1. “It was just a joke.”
The narcissist dismisses your feelings by making you feel ashamed of your reaction.
• Lighten up.
• It’s not a big deal.
• You can’t take a joke.
• You take everything so seriously.
• Just let it go.
2. “You’re too sensitive.”
They’re making you feel like your feelings aren’t valid and that you are the problem if you’re affected by their actions.
• That wouldn’t hurt my feelings.
• Don’t take things so personally.
• Why are you upset?
• Get over it.
• You’re being emotional.
3. “You’re ungrateful.”
A narcissist only cares about their own needs, so if yours get in the way of theirs, they shame you for expressing how you feel and make you feel guilty about having needs at all.
• How much attention do you need?
• That’s not important.
• If you really loved me, you’d…
• I guess I can’t say anything to you.
• Where did I go wrong?
• We already talked about this.
• Why are you bringing that up?
4. “That never happened.”
By questioning your reasoning, the narcissist is making you question yourself and your perception. In the long term, this makes you distrust yourself and rely on them.
• I never said that./I never did that.
• You’re just confused.
• That is not how it happened.
• You’re imagining things.
• I don’t remember saying that.
• It must have been someone else.
5. “You never told me that.”
When the narcissist wants to make you doubt yourself, they put the blame on you and make it seem like you’re the one who needs to be questioned instead of them.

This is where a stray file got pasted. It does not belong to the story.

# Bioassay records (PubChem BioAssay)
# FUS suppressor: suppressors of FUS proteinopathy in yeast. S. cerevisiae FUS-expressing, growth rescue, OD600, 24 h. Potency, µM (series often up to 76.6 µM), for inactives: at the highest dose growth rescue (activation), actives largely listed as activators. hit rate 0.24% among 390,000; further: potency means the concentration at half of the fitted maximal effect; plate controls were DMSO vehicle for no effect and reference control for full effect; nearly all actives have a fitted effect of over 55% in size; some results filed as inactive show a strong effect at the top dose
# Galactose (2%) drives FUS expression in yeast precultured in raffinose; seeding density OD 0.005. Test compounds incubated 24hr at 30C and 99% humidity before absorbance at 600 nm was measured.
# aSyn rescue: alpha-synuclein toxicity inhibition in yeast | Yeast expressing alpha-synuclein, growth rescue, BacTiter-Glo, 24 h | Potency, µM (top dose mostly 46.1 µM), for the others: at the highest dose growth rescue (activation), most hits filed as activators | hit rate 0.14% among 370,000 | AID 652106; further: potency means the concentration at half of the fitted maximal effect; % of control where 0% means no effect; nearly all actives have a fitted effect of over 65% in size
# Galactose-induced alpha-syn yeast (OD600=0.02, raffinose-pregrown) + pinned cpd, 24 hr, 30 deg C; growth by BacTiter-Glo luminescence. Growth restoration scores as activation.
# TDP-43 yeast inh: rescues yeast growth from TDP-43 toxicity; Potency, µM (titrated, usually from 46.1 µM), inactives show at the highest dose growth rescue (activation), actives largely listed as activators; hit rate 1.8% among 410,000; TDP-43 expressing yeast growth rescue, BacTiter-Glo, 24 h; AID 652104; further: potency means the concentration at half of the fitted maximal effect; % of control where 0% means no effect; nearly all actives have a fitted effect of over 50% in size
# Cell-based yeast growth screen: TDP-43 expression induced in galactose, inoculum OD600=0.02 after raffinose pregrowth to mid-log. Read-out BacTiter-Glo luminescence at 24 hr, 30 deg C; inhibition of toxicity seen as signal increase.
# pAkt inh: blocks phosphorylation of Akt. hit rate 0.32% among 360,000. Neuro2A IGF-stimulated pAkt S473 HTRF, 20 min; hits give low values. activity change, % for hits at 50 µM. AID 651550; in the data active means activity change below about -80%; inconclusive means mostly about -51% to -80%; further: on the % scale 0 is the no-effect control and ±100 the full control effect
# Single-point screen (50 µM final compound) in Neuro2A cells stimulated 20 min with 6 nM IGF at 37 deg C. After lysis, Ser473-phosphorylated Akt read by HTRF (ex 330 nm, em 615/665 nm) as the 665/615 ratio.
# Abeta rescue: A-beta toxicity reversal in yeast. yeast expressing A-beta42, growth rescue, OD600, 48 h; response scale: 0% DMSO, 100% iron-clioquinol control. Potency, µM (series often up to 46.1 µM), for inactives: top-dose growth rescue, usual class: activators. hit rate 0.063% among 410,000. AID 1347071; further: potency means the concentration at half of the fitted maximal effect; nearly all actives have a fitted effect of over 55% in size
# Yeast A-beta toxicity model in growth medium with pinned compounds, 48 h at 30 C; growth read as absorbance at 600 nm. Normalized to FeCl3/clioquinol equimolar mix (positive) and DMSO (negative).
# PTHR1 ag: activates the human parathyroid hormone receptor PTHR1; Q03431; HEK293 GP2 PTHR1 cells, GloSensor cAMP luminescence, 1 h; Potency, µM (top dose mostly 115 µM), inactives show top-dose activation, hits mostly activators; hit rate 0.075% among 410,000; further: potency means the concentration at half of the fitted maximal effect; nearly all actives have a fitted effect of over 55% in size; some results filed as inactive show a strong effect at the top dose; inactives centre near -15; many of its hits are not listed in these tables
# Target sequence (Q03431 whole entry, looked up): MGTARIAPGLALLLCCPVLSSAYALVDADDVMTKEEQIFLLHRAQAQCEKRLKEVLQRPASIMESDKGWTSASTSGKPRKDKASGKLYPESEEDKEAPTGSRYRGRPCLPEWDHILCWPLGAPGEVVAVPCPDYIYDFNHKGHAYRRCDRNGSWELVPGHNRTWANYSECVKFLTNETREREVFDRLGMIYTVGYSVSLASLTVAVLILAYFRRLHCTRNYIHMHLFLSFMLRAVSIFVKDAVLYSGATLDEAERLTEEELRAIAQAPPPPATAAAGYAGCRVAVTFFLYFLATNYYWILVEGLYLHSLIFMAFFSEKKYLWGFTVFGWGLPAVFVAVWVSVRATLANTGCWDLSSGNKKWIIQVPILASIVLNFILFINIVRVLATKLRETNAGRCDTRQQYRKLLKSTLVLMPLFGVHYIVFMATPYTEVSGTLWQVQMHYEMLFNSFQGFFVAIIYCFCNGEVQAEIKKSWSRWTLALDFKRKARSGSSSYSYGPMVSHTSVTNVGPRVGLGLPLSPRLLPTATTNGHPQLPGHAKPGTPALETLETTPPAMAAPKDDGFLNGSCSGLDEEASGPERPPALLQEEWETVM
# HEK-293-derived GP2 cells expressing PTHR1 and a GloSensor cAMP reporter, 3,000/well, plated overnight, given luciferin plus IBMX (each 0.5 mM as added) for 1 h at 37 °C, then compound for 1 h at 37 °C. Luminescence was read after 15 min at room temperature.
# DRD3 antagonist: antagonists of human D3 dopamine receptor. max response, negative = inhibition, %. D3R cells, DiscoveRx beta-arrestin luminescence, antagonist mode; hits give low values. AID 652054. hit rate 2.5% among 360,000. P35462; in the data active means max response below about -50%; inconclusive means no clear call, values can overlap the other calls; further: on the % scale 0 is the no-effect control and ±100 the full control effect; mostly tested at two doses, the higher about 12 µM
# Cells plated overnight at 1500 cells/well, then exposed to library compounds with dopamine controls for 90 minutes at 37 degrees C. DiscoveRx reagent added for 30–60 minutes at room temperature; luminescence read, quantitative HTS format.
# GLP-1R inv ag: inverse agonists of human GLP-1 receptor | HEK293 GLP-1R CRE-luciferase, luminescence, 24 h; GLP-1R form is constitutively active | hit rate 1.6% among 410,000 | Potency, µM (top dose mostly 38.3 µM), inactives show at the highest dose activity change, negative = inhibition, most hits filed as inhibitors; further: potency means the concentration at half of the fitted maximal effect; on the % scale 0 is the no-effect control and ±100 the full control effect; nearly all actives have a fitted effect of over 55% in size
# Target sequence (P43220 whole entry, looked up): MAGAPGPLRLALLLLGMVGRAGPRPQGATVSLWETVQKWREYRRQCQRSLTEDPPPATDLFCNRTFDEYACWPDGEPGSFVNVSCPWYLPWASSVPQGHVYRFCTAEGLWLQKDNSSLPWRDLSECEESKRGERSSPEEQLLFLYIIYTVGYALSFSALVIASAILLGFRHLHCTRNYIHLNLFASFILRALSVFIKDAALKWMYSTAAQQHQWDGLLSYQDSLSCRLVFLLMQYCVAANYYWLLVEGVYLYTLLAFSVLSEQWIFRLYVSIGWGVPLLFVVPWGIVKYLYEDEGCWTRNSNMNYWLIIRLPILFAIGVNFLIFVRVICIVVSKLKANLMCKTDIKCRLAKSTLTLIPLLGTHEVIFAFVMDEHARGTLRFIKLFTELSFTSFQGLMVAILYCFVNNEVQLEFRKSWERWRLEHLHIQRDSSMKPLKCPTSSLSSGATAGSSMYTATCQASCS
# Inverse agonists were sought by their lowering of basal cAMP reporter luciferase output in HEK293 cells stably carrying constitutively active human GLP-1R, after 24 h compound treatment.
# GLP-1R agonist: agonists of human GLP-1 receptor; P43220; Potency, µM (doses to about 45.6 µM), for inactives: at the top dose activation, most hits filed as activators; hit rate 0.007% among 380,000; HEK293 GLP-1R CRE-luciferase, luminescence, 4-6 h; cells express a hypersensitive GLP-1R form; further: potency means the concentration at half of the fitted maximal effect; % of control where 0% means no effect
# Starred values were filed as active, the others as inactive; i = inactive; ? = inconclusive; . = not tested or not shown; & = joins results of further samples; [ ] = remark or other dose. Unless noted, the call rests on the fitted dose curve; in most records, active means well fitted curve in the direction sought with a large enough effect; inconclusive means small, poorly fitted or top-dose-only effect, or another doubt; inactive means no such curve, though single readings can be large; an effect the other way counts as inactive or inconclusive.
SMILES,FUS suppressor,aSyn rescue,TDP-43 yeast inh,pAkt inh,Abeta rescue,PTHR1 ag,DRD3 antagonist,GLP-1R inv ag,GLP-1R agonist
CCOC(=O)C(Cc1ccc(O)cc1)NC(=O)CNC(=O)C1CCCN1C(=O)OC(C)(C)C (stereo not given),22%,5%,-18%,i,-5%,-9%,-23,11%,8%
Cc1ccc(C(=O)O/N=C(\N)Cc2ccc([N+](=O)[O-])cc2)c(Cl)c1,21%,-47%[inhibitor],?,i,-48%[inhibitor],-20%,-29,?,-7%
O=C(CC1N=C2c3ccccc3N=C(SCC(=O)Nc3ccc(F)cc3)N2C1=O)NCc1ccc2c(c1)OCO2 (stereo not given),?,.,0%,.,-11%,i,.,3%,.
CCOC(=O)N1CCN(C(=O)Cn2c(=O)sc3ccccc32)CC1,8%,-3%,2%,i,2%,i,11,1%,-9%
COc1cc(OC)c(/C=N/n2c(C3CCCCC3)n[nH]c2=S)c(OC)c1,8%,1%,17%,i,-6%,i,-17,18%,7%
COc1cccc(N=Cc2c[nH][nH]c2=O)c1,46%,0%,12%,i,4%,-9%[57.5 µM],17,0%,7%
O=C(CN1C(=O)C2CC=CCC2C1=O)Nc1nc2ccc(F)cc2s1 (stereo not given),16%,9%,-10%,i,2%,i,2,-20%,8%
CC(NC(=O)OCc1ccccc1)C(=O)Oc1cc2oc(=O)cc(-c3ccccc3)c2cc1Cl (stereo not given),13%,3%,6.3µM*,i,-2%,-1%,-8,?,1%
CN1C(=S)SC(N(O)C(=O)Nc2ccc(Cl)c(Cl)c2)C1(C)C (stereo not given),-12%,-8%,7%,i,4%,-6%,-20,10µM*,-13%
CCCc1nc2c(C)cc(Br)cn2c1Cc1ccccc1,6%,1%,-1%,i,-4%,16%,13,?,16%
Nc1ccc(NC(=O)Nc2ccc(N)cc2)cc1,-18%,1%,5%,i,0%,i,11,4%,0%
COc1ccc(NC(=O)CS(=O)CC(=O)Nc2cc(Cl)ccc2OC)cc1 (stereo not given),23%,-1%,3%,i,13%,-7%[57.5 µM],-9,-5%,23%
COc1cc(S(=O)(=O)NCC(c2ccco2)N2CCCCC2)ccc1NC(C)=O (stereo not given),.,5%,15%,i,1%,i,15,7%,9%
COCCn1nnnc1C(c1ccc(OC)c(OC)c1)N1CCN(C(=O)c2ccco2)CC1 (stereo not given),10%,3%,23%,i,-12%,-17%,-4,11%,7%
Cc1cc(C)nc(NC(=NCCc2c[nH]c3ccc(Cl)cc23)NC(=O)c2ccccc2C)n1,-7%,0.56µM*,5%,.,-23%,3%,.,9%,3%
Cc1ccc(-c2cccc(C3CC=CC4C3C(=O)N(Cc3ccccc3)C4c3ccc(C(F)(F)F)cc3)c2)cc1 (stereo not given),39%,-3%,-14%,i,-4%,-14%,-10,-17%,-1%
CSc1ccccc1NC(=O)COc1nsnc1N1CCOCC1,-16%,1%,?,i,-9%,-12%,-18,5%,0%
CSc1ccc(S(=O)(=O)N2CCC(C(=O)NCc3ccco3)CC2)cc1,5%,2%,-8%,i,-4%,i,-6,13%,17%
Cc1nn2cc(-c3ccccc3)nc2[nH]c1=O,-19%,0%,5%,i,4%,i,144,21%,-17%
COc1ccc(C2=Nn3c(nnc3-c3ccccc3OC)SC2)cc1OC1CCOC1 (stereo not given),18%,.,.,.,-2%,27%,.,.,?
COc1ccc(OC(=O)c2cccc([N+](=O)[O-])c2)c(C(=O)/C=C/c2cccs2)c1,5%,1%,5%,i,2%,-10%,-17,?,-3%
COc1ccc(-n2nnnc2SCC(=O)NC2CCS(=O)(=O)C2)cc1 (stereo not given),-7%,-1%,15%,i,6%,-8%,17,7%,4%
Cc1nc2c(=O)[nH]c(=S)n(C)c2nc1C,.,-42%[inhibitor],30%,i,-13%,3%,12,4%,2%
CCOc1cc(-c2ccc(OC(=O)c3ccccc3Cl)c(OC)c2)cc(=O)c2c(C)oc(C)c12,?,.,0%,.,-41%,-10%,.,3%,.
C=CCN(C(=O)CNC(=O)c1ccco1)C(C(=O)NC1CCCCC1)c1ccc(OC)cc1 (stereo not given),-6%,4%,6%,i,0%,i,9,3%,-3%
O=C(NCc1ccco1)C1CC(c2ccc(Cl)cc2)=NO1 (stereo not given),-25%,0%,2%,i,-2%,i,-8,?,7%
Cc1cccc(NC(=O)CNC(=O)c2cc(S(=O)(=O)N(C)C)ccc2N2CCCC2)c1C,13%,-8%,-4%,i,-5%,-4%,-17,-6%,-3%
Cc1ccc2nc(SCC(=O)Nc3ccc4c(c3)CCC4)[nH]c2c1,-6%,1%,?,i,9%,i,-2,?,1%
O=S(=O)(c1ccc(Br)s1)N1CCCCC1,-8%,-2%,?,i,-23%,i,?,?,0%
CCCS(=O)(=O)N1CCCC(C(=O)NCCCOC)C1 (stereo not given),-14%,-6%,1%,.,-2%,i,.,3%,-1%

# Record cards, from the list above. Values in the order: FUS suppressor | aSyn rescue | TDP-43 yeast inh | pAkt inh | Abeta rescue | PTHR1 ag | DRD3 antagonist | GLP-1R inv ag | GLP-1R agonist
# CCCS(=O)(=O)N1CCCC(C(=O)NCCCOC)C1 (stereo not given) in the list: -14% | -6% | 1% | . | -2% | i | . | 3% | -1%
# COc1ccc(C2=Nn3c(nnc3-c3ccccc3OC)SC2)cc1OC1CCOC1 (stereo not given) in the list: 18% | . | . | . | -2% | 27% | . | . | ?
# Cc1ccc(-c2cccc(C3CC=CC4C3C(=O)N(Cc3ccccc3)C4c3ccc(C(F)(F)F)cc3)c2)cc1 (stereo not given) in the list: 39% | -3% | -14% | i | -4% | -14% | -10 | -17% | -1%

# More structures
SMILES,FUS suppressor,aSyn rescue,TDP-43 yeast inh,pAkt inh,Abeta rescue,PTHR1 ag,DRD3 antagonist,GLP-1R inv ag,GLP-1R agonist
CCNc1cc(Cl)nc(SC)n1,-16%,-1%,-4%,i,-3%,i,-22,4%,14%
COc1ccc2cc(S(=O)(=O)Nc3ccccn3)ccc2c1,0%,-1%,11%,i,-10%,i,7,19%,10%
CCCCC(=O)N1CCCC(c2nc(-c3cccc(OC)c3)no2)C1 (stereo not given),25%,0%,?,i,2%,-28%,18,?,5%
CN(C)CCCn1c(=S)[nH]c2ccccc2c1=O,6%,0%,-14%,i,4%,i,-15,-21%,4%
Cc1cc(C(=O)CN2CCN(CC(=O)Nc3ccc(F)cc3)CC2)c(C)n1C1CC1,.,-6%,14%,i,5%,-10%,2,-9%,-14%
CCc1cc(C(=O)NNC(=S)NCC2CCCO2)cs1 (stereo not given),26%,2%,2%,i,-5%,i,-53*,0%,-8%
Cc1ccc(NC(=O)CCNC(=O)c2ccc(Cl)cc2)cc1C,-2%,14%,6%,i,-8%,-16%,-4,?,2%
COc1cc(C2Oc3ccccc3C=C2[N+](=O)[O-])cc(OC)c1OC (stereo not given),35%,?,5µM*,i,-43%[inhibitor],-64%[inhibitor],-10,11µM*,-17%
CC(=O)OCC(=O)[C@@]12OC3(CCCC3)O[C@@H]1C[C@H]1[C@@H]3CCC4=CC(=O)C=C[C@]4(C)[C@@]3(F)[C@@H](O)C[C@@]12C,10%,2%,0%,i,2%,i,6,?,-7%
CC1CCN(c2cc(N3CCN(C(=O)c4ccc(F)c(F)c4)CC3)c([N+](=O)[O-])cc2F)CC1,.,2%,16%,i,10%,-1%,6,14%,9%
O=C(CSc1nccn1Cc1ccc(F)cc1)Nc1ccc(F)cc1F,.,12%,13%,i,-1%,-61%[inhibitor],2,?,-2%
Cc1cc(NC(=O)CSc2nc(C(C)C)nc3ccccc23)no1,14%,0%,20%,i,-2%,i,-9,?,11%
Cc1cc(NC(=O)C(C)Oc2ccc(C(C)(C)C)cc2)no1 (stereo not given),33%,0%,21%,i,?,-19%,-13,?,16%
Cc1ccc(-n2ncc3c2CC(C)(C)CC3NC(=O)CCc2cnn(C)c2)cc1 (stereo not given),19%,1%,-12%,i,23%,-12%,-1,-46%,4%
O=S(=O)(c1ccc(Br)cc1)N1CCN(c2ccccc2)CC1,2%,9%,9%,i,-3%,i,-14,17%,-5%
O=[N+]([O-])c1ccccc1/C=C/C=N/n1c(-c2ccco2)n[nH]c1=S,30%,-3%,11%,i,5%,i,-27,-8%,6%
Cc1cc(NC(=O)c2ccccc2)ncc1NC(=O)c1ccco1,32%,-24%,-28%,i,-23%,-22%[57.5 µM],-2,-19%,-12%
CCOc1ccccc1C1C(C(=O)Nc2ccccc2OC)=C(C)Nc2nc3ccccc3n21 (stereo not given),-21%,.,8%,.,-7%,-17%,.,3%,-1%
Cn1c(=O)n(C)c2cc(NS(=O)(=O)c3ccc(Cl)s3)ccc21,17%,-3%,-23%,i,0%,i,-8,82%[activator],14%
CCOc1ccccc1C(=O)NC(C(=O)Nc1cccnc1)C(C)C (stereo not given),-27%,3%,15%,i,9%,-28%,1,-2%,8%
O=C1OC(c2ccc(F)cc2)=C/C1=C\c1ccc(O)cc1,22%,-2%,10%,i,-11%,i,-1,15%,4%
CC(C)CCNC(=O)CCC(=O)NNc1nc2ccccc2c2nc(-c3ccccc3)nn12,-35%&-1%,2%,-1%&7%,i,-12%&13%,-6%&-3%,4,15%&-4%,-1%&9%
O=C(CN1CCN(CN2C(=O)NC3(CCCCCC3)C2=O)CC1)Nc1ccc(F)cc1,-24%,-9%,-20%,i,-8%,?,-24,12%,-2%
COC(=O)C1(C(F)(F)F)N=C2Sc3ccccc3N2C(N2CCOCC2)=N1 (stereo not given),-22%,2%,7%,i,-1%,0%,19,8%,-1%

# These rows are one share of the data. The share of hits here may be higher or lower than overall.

• You’re twisting things.
• That’s not what I meant.
• I don’t know what you want me to say.
• Don’t put words into my mouth.
• You’re taking things the wrong way.
6. “Why are you angry?”
If you comment on something that the narcissist doesn’t want to talk about, they’ll take your words and turn them around to make you appear angry and act offended and hurt.
• You’re being dramatic.
• You’re overreacting.
• You’re blowing things out of proportion.
• Why are you picking a fight?
• You’re making things up.
7. “Why are you like this?”
The narcissist likes to play the victim and make you wonder if you’re really doing something wrong whenever you voice your feelings and needs.
• You’re always complaining.
• You always have to be right.
• You always have to have the last word.
• It’s always something.
8. “You’re crazy.”
Making you feel crazy is the favorite method of a narcissist because it works on two levels: it makes you doubt yourself, and it makes them seem like the victim.
• Just calm down.
• Are you hearing yourself?
• You’re not making sense.
• What are you talking about?
• You need help.
9. “You’re being irrational.”
Similar to making you feel crazy, making you feel like you’re being irrational gives the narcissist the upper hand and feeds their ego while at the same time shaming you and making you wonder if you’re the one who’s being hurtful.
• Listen to yourself.
• Why are you being defensive?
• Are you kidding me?
• You think you know everything.
• I’m not arguing.
10. “I do this because I love you.”
Shifting blame and making it seem like whatever the narcissist is doing is for your benefit makes you feel lousy for speaking up and gives them a sense of superiority.
• You made me…
• I remember you…
• It’s your fault I…
• If you only…, I would…